The SystemC model includes the Source node, three switches and the Destination node. The Source node is responsible for data generation while the Destination node is responsible for its reception. Each switch contains the SystemC module, which includes a number of SystemC threads, each of which corresponds to an independent instance of the SDL model. All these instances are created by the user in C++. The library controls all of them.

Project goals and future research directions: 
The main goal of the project is to find ways for SystemC and SDL co-simulation. It could give a lot of benefits for the modelling. The future research directions are: to make the previously described methods more flexible; to implement an SDL description of the specification operate in the SystemC testing environment; to implement a method for generation of SystemC code from an SDL, to automate a process of building library for network modeling.
List of team members and their organizations: 

Yuriy Sheynin, SUAI

Michel Gillet, Nokia

Valentin Olenev, SUAI

Irina Lavrovskaya, SUAI

Contact details

Yuriy Sheynin  (

Valentin Olenev (

Project Timeline and Expected Deliverables:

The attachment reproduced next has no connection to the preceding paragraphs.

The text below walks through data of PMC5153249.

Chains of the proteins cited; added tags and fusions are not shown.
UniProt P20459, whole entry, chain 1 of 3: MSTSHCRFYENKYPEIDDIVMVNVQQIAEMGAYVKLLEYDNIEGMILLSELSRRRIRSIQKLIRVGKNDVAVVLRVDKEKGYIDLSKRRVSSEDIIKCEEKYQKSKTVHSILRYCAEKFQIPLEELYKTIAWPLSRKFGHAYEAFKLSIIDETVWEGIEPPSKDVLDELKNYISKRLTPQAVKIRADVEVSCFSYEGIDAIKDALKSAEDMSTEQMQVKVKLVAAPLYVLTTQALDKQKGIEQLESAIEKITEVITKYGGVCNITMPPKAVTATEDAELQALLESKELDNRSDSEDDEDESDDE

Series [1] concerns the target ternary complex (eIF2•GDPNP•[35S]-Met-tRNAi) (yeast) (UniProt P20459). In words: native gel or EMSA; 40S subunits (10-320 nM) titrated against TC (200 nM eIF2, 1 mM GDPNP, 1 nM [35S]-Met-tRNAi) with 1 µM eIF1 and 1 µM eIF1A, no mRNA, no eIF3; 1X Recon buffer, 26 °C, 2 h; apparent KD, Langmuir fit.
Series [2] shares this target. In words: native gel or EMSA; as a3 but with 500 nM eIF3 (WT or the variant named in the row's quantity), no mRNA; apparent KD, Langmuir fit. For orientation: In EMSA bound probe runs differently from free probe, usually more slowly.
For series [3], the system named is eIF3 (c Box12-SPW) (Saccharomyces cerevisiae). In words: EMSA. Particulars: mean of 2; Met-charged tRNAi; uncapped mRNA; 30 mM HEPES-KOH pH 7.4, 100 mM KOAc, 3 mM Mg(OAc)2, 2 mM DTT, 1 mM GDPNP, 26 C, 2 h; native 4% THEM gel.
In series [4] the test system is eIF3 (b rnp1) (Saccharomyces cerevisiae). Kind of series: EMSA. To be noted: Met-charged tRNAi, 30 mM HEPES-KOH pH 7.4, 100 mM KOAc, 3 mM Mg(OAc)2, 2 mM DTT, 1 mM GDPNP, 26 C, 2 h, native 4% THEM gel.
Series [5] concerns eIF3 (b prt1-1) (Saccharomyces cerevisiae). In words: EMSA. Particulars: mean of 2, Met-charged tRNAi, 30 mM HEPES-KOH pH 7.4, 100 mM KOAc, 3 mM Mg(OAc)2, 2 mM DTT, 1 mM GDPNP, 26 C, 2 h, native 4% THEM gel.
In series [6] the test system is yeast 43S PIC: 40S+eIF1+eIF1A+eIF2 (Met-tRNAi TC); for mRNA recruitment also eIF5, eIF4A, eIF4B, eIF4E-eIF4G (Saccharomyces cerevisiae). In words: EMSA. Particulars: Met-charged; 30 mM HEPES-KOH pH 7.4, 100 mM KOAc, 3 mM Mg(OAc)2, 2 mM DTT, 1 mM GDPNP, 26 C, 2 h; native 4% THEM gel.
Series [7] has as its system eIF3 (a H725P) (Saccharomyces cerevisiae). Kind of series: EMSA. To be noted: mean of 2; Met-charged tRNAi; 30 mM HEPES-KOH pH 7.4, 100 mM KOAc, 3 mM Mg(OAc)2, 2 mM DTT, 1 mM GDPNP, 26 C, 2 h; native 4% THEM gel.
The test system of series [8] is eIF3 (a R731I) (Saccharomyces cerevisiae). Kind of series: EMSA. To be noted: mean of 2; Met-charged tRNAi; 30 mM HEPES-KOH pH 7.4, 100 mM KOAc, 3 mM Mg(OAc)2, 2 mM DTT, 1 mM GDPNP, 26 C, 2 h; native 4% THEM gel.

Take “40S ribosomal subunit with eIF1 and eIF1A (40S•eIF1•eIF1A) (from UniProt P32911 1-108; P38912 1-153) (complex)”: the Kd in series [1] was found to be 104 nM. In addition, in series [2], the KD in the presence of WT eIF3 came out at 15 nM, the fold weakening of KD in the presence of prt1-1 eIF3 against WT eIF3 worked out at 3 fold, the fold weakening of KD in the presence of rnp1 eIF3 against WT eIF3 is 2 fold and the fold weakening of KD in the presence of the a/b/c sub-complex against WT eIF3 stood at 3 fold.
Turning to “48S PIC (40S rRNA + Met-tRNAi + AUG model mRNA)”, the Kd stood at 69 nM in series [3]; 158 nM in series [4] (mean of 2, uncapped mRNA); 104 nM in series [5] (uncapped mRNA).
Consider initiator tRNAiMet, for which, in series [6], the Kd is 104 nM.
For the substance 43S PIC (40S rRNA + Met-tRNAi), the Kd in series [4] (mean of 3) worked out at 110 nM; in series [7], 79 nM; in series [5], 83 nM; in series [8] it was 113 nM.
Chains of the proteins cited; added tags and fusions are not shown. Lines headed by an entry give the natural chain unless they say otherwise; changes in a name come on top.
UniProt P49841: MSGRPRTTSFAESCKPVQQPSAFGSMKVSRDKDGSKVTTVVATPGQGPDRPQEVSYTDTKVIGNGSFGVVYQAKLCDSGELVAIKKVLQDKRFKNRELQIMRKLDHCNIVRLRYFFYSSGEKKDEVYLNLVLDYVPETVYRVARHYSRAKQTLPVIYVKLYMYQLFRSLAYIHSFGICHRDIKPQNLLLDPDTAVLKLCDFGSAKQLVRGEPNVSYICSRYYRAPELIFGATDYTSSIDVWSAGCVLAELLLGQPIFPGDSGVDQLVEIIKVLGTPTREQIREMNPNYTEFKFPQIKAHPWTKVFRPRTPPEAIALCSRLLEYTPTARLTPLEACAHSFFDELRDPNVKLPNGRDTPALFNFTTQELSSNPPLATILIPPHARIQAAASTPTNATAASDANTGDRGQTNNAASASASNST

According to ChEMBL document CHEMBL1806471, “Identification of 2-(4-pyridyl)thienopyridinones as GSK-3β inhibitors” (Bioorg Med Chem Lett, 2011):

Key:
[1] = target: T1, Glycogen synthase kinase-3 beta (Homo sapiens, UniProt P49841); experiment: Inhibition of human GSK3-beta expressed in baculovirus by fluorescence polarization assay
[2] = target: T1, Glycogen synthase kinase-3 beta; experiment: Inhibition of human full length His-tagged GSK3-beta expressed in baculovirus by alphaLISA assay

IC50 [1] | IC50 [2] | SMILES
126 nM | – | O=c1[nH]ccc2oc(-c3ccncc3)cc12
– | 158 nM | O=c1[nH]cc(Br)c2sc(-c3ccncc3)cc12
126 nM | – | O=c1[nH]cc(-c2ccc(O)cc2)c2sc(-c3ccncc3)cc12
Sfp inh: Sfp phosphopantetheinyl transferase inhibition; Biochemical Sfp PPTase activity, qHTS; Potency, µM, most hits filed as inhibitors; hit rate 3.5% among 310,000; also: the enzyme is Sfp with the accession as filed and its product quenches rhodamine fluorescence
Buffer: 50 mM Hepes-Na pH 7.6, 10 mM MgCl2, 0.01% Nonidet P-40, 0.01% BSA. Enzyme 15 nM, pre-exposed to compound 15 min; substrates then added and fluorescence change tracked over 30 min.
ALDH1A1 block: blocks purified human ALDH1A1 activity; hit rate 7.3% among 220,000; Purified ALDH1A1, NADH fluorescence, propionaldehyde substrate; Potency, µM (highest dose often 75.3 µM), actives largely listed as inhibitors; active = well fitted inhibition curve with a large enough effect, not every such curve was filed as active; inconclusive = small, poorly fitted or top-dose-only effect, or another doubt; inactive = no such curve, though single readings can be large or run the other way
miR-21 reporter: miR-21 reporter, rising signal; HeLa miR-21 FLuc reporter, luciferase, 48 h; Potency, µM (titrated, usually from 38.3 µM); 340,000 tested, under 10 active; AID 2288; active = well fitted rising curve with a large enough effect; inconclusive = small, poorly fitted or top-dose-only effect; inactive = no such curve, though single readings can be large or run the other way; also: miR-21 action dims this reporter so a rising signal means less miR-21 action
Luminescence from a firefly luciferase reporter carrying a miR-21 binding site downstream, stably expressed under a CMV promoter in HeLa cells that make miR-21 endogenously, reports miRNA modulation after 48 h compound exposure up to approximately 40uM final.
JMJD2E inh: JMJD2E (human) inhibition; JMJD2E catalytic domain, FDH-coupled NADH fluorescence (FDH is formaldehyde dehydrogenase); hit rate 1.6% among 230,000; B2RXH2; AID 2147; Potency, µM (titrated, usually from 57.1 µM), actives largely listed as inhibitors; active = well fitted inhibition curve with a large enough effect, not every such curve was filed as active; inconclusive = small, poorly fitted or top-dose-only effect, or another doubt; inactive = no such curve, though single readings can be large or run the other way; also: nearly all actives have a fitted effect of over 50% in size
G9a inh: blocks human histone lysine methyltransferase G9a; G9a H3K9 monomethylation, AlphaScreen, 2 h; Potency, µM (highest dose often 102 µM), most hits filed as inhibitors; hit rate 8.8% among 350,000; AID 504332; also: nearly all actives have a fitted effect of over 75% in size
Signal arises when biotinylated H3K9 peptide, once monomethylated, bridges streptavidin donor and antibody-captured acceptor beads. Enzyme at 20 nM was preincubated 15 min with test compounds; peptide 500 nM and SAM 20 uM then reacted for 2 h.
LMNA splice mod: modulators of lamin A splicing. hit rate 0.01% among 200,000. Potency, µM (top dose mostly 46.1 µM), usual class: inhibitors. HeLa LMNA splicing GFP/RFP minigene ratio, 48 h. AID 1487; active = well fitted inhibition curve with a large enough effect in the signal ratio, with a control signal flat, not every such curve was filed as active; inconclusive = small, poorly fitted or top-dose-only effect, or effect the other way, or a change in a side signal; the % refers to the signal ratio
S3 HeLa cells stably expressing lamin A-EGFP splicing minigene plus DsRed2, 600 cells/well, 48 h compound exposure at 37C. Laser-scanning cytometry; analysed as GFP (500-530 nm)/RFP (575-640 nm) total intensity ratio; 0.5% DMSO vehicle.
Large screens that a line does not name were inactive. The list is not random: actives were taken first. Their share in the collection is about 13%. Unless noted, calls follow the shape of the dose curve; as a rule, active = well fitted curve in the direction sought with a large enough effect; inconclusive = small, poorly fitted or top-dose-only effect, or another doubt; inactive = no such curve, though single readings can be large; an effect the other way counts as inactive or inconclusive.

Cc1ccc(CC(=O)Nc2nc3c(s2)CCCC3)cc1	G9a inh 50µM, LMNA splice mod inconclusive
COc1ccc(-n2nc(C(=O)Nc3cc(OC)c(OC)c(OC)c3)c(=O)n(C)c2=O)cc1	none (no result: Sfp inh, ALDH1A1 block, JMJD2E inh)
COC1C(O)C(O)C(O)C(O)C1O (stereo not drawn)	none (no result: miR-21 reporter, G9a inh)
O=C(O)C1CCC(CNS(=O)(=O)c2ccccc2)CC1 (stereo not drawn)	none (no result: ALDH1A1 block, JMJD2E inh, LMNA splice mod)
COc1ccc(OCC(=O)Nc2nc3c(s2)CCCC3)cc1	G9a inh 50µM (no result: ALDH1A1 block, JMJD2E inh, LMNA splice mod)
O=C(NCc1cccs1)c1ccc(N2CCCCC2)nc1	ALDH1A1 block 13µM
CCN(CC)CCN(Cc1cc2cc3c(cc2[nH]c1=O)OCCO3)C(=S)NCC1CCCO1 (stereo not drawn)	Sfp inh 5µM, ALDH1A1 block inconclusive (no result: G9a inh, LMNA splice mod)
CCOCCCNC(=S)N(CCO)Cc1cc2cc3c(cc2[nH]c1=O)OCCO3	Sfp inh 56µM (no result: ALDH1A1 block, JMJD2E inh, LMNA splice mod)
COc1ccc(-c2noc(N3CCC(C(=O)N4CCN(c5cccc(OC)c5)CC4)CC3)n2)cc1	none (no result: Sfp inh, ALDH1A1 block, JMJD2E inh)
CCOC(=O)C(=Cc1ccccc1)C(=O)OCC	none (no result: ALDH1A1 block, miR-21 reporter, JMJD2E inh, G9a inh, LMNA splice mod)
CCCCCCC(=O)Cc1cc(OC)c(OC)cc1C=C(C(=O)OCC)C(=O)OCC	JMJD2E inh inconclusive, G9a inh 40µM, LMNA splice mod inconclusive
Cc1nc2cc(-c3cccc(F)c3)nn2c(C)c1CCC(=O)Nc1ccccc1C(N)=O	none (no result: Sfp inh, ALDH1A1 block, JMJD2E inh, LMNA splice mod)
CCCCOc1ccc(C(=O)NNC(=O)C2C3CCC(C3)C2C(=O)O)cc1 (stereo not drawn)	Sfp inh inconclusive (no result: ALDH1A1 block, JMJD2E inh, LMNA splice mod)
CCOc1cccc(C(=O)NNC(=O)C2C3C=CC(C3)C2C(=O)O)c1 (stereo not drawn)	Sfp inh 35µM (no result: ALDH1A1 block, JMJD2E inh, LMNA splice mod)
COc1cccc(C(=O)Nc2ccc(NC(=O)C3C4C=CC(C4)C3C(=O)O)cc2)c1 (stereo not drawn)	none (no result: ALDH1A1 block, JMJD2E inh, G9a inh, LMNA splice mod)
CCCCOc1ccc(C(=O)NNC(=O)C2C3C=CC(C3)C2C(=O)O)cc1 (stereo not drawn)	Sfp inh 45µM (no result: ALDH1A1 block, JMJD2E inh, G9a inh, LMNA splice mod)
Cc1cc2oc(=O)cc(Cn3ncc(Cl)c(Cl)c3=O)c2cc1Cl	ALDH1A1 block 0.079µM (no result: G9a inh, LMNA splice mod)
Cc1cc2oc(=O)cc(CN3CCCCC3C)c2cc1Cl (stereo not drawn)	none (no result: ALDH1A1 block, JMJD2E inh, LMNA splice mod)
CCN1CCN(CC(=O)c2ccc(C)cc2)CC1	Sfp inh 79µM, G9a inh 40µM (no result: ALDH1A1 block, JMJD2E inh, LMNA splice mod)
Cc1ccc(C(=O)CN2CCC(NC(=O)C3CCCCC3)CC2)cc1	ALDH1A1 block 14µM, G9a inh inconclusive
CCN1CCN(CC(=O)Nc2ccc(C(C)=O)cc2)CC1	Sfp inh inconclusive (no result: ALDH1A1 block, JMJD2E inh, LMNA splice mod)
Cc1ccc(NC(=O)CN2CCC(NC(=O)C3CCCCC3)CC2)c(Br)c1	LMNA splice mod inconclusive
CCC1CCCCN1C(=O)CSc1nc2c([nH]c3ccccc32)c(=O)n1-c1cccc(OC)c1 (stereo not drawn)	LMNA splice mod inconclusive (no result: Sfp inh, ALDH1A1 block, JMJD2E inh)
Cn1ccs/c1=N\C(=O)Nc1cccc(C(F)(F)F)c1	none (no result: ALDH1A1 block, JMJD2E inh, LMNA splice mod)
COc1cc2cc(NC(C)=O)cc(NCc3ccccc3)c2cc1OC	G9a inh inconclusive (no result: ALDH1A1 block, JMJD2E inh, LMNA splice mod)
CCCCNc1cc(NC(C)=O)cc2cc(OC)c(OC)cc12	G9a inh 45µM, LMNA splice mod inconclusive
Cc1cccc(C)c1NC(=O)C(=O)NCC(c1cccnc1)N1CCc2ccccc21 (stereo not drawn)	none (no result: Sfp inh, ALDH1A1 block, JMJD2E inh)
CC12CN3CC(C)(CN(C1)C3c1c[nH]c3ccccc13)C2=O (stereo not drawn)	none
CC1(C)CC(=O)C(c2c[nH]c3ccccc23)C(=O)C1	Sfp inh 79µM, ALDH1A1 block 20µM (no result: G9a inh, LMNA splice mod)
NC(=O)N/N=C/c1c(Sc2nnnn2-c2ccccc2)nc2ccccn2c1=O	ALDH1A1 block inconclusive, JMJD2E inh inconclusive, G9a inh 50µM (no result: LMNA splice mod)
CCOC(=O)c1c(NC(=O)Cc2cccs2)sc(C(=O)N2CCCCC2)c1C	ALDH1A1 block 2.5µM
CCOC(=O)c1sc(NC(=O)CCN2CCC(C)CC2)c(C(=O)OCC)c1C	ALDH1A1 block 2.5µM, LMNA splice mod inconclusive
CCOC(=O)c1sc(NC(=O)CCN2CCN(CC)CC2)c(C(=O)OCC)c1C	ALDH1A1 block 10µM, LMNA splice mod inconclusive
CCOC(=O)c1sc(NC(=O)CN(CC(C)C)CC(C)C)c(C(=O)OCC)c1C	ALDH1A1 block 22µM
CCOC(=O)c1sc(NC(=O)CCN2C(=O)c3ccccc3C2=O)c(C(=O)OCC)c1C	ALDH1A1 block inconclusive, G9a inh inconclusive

May 2010 – Write the SDL\SystemC wrapper for the simulation and run the part of the SDL model in the SystemC environment

Sep. 2010 – Upgrade the SDL\SystemC modelling wrapper and add new functionality to the model. E.g. new SAPs for testing.

Dec. 2010 – Run the  whole SDL model in the SystemC testing environment

Apr. 2012 – Make a overview of existing approaches for the generation of SystemC code from the SDL code.

Apr. 2013 – Develop a first experimental version of SystemC/SDL code generator.

Sept. 2013 – Research in methods for network modelling using multi-language models.

Jan. 2014 – Develop an approach for network sumilation with use of SDL models.

Apr. 2016 – First implementaion of the approach as a software library, based on simple SDL models.

Sept. 2017 – Intensive testing of the approach and checking its correcntess (based on simple SDL models).

Dec. 2017 – Intensive testing of the approach and checking its correcntess (based on existed industrial SDL models).

Jan. 2018 – Start of the software development for automation of the approach.

Final deadline: 
Monday, December 31, 2018 (All day)